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Crash (n.) The sound of a bubble bursting.

Bubbles are, of course, a time-honored way of stripping an unwary and insufficiently cynical middle class of their accumulated prosperity. The standard way to create a bubble is to reduce on the one hand the benefits of ordinary rents on capital and property, and to promote on the other hand the benefits of more high risk "investments". The pyramid selling scheme engages specialists ("Wall Street") who promote the benefits of said investments, and who by flagrant displays of wealth convince the ordinary man in the street of the need to invest.

In a rising tide, an ordinary man feels poor, and the desperation of relative poverty will push people to take unreasonable risks with their hard-earned savings. The earliest investors will reap benefits as the bubble expands, and quite predictably, as the growth of the bubble reaches its nexus, the number of new investors begins to slow down, the flow of new money starts to fail, and people start to try to liquidate their investments, causing a sharp implosion, or "crash".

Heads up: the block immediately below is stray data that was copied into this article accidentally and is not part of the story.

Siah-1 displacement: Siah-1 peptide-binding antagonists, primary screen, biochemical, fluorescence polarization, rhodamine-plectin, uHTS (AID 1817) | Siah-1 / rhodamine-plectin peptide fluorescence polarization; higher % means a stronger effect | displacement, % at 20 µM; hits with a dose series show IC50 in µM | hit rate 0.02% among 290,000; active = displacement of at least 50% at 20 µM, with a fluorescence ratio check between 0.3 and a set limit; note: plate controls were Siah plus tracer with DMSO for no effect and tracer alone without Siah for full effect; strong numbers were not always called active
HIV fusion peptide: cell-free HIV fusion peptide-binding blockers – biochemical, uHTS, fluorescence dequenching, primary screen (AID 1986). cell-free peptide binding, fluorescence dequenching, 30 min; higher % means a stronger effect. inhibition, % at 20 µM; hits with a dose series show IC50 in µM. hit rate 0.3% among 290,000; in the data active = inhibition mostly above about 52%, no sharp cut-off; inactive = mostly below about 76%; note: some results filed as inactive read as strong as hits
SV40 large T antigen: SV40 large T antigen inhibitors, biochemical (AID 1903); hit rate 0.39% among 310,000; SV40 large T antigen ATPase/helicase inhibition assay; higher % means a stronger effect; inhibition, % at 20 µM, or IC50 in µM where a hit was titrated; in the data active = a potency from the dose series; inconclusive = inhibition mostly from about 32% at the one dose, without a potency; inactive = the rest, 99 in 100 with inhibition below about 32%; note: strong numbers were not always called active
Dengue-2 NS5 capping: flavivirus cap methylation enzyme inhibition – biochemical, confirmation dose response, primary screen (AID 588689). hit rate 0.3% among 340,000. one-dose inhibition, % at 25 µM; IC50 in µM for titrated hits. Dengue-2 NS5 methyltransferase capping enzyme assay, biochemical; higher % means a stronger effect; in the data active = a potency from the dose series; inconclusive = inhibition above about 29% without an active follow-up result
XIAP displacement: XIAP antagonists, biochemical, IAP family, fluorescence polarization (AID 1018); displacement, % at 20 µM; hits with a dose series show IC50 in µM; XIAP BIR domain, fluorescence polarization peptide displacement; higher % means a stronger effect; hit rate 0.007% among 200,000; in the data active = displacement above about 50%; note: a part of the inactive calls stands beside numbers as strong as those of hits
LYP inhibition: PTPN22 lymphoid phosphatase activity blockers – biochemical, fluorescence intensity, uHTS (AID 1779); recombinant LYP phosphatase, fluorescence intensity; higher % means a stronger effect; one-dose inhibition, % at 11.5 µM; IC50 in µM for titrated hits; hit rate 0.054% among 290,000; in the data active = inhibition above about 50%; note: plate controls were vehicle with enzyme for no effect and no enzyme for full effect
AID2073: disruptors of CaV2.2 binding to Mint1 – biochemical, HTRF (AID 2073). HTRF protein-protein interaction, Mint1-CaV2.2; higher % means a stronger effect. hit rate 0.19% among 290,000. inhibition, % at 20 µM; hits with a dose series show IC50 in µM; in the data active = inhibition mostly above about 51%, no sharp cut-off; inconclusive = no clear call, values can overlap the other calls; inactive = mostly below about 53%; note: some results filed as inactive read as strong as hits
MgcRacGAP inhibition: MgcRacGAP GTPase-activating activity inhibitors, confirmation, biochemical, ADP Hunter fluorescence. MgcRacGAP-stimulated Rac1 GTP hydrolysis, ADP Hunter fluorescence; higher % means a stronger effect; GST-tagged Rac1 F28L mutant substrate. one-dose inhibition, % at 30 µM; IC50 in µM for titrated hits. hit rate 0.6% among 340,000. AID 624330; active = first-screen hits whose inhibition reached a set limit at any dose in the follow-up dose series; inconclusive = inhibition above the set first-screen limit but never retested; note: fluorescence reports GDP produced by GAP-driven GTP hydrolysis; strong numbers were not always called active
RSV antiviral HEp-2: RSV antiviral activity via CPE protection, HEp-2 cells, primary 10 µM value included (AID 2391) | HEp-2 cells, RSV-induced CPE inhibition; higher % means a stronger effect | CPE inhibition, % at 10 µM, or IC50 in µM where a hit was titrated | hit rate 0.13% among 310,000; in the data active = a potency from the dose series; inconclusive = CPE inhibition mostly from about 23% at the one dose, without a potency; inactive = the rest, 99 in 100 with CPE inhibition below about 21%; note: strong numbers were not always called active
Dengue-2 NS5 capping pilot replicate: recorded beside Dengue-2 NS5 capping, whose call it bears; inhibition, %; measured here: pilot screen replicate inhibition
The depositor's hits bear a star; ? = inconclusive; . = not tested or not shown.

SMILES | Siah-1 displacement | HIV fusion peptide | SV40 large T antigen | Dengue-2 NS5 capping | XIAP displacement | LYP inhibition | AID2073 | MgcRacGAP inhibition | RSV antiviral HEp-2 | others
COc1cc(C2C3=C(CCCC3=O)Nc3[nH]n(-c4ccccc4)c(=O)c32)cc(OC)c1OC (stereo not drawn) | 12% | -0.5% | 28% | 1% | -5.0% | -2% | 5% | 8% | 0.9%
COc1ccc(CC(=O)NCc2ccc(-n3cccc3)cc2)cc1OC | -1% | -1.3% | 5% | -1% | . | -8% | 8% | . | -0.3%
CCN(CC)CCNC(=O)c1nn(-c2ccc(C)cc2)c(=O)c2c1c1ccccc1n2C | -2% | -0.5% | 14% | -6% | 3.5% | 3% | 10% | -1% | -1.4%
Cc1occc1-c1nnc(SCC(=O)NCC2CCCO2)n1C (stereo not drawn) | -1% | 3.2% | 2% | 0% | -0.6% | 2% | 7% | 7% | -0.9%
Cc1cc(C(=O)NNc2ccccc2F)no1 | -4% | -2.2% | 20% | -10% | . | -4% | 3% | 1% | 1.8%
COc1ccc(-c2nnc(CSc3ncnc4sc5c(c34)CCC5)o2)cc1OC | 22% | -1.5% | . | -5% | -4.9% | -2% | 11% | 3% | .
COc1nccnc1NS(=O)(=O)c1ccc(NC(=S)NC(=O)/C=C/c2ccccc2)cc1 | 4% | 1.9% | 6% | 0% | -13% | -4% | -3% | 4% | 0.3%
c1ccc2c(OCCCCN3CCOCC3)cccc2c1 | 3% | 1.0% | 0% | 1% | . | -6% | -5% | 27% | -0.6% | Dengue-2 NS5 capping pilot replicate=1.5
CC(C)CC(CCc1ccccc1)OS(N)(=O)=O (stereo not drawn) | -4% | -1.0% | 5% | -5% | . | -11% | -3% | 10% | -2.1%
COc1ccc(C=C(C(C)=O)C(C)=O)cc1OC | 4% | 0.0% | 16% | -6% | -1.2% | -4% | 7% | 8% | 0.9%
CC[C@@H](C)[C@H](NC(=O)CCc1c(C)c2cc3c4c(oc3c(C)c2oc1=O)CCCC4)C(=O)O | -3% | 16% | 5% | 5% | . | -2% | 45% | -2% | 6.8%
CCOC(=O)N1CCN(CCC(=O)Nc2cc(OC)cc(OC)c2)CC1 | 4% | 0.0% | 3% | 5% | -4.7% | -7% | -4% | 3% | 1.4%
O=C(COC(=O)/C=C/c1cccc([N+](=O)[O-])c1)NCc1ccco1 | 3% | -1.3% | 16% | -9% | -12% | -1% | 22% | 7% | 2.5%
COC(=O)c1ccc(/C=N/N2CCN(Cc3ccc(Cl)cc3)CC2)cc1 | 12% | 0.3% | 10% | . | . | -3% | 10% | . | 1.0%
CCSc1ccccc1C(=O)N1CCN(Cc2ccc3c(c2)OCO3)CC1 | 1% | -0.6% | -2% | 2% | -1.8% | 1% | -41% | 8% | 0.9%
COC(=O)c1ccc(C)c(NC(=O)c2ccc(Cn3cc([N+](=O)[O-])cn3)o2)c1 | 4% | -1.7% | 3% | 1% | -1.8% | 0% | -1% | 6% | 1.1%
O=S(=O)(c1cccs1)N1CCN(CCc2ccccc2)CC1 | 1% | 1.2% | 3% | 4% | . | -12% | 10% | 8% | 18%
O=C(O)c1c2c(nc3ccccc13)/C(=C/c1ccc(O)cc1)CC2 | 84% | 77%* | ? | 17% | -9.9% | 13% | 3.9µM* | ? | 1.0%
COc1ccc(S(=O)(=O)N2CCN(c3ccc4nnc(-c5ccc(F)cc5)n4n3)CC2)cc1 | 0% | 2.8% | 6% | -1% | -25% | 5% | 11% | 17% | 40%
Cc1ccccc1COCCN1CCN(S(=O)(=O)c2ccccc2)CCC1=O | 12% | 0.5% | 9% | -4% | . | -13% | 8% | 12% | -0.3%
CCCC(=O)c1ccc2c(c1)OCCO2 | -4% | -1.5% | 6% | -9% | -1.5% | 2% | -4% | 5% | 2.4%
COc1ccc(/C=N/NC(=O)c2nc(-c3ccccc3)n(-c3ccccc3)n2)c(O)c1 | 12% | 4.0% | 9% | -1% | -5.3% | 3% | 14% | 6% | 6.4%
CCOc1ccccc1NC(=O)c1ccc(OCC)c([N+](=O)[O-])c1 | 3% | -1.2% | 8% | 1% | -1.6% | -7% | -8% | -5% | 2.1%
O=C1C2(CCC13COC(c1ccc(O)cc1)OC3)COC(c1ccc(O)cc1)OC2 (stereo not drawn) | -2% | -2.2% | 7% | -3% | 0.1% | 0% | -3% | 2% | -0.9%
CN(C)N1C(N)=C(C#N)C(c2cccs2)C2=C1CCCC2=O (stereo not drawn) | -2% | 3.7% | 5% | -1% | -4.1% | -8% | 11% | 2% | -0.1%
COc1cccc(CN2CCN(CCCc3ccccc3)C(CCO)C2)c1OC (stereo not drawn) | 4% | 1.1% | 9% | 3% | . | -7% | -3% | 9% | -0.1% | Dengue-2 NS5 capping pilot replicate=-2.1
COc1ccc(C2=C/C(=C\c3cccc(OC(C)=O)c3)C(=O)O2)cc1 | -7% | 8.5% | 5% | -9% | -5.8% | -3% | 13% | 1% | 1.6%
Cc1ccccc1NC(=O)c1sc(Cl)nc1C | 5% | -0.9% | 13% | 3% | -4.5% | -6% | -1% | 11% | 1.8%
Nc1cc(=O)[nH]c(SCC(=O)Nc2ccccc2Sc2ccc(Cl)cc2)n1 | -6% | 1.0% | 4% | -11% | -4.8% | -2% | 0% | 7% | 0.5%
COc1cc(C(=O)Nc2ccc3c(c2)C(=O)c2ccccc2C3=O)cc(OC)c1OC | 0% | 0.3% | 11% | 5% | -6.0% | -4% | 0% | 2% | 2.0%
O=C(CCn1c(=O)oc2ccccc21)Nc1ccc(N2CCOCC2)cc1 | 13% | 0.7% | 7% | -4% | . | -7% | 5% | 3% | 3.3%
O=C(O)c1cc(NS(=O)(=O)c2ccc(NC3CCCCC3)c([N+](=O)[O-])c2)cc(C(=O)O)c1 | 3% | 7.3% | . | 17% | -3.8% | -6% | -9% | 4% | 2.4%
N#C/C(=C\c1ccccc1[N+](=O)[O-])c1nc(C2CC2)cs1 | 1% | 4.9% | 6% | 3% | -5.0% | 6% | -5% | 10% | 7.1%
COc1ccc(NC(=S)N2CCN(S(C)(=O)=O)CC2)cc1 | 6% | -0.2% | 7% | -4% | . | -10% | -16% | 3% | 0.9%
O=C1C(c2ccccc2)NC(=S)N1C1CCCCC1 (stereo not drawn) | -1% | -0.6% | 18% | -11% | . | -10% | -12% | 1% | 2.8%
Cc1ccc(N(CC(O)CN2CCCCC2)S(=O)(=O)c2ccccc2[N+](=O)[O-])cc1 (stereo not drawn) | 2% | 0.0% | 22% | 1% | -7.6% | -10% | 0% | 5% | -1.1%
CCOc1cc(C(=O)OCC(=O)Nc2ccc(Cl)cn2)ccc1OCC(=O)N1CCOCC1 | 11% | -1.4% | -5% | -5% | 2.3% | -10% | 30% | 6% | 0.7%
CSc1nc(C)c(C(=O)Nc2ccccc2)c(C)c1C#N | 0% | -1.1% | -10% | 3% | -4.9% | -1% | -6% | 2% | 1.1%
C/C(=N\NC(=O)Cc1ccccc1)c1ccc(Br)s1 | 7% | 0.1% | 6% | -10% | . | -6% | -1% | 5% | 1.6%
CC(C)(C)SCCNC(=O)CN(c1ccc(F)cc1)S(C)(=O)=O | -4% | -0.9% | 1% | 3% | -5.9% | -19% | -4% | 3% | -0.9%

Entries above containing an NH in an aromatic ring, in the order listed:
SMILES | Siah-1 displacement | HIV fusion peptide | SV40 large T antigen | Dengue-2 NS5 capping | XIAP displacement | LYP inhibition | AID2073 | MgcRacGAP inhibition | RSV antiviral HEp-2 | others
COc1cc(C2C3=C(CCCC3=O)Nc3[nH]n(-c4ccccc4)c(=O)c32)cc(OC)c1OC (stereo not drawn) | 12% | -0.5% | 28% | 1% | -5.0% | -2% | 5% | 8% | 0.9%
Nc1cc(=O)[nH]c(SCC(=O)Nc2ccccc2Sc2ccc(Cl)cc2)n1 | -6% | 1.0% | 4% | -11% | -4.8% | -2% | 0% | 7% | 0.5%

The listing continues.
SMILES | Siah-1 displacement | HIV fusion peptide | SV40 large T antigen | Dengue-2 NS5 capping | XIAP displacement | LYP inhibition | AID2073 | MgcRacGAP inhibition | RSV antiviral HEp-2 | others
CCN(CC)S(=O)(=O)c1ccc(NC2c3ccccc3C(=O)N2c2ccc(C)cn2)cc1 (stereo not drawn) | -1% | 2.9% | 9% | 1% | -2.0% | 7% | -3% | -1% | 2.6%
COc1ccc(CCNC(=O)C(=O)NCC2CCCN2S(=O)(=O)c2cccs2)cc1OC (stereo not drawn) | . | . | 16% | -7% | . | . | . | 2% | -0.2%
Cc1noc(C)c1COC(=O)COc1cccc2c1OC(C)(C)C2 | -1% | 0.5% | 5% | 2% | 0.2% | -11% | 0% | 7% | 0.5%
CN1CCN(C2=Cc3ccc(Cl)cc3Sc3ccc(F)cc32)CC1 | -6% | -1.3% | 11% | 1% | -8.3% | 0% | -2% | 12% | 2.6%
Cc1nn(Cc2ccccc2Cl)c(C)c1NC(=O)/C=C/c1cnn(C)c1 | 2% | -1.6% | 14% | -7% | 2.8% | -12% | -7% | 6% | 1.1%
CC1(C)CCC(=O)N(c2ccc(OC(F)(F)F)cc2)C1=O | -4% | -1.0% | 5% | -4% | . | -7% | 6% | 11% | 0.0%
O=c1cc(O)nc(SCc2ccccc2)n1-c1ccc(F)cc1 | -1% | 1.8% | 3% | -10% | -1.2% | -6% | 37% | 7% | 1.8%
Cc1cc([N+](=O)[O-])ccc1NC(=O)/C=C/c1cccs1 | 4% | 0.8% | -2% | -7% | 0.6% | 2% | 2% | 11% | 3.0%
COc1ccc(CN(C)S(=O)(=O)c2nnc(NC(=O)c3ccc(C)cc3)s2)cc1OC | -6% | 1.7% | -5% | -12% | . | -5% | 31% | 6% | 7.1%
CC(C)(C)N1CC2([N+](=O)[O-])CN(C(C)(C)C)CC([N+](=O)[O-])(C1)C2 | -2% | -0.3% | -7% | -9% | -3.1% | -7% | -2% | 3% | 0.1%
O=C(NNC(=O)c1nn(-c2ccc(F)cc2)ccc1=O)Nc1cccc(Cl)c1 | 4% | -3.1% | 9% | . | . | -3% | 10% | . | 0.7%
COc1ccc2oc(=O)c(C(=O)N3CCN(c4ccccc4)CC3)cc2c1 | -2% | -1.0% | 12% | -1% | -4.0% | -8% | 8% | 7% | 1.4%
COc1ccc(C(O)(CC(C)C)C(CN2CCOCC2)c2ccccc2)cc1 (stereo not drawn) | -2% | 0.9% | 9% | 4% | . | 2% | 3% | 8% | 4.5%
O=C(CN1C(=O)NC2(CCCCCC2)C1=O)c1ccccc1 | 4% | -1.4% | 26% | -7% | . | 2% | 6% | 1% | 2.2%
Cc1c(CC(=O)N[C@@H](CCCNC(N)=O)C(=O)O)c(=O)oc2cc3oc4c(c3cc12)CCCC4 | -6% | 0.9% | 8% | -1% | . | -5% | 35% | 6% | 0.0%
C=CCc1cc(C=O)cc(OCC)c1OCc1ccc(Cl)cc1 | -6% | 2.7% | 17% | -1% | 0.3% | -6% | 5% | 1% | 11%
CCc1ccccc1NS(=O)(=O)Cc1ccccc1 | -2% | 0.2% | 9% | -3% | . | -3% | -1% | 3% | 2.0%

In 2008 we were witness to the popping of no less than five major bubbles, at least one of which has been a century in the making.

  • First, the housing market, which deserves an article all of itself.
  • Second, the technology sector, which offered spectacular gains - or losses - for those investors with an appetite for risk. Technology prices tend downwards, not upwards.
  • Third, the banking sector, which reinvented itself through the 90's to become a major risk-driven industry, on par with the best of the Las Vegas casinos. But much, much larger. The risks are, of course, borne by the tax payer.
  • Fourth, the US dollar bubble, in which the wealthiest country in the world managed to turn a multi-trillion dollar surplus into an epic deficit, by stripping the treasury through an endless series of casually extortionate war contracts. Pay to bomb the place, pay to reconstruct it. Rinse and repeat. Each time, another half a trillion moves from the public coffers to private equity.
  • And last, the oil bubble, which started early in the 20th century and popped when oil hit a hundred dollars a barrel. The bubble economy of the 21st century could perhaps have lasted a little longer, but rising oil prices made that untenable. U.S. consumers simply could not pay off their credit card debts, mortgages, and still fill up their car to drive to work.
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